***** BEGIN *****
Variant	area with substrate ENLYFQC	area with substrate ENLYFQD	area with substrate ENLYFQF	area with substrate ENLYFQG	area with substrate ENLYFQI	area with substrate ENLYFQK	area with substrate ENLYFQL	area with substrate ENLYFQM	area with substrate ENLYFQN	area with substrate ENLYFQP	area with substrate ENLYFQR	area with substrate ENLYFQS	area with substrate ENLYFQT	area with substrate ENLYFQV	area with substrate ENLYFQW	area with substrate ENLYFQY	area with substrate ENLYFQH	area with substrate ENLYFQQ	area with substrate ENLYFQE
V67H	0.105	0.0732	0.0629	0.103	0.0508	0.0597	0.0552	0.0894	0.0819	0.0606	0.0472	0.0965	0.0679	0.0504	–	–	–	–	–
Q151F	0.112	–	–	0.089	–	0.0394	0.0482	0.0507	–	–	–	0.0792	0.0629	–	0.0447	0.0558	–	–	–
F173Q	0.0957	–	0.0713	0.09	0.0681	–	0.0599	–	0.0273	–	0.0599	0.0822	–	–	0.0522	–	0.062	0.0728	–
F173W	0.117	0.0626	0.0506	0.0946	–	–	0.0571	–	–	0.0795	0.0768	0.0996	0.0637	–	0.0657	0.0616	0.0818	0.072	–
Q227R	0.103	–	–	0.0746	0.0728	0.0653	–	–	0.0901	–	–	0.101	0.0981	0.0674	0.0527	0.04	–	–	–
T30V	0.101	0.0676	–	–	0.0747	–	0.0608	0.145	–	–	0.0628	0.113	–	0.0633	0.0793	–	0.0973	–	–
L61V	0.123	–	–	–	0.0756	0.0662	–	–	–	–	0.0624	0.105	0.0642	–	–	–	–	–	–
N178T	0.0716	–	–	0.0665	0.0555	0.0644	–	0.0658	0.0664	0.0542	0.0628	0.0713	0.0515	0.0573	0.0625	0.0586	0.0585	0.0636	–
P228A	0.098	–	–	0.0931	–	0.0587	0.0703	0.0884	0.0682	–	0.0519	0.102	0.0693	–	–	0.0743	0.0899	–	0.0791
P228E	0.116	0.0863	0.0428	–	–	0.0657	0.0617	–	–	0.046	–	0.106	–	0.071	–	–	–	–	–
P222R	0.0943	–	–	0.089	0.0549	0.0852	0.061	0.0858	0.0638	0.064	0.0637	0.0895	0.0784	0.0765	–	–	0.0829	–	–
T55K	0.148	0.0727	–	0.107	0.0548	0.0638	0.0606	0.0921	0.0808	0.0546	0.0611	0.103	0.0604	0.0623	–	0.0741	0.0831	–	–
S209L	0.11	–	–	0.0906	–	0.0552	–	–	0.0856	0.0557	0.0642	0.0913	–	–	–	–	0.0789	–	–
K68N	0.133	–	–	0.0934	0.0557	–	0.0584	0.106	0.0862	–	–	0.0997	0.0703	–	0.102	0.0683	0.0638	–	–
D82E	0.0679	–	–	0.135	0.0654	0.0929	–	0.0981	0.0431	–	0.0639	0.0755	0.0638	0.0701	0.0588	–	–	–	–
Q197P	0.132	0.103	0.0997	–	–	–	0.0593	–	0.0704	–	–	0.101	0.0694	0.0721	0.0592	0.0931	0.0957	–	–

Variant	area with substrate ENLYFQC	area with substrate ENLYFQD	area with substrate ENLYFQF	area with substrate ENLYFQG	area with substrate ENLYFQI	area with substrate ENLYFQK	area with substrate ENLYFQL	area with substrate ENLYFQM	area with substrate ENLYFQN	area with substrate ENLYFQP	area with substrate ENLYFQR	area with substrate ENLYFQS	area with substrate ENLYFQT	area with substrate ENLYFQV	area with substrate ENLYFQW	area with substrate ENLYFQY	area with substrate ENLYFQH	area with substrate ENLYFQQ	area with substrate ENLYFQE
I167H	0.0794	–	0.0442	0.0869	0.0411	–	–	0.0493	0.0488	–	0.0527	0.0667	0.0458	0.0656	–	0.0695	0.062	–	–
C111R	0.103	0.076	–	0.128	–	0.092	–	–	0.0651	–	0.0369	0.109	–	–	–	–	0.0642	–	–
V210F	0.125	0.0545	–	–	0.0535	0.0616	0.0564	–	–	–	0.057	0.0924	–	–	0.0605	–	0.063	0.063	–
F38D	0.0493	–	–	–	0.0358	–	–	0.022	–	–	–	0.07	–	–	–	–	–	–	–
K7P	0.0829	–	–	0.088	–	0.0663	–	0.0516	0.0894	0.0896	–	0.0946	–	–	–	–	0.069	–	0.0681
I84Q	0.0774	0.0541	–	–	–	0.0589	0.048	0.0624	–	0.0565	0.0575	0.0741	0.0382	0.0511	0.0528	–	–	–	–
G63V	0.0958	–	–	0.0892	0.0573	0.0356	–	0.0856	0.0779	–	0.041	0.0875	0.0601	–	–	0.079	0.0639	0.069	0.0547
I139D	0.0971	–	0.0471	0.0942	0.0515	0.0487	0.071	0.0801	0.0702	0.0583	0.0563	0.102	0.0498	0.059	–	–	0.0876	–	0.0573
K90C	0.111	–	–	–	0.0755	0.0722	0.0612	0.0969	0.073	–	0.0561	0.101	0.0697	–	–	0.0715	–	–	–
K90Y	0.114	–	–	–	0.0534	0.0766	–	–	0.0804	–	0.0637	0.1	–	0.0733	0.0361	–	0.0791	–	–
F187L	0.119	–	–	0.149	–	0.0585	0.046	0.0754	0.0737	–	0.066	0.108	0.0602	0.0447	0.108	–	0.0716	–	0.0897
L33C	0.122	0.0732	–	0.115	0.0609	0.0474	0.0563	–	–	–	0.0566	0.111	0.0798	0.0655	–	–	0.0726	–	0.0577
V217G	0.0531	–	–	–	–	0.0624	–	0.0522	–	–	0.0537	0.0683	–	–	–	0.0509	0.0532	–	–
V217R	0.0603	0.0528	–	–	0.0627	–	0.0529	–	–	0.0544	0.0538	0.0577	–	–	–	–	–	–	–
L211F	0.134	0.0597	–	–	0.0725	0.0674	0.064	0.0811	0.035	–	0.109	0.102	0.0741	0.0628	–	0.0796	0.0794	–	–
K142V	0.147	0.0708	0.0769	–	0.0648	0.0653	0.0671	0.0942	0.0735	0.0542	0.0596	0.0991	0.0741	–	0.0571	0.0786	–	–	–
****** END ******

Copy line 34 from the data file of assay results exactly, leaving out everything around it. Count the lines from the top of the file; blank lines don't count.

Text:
K142V	0.147	0.0708	0.0769	–	0.0648	0.0653	0.0671	0.0942	0.0735	0.0542	0.0596	0.0991	0.0741	–	0.0571	0.0786	–	–	–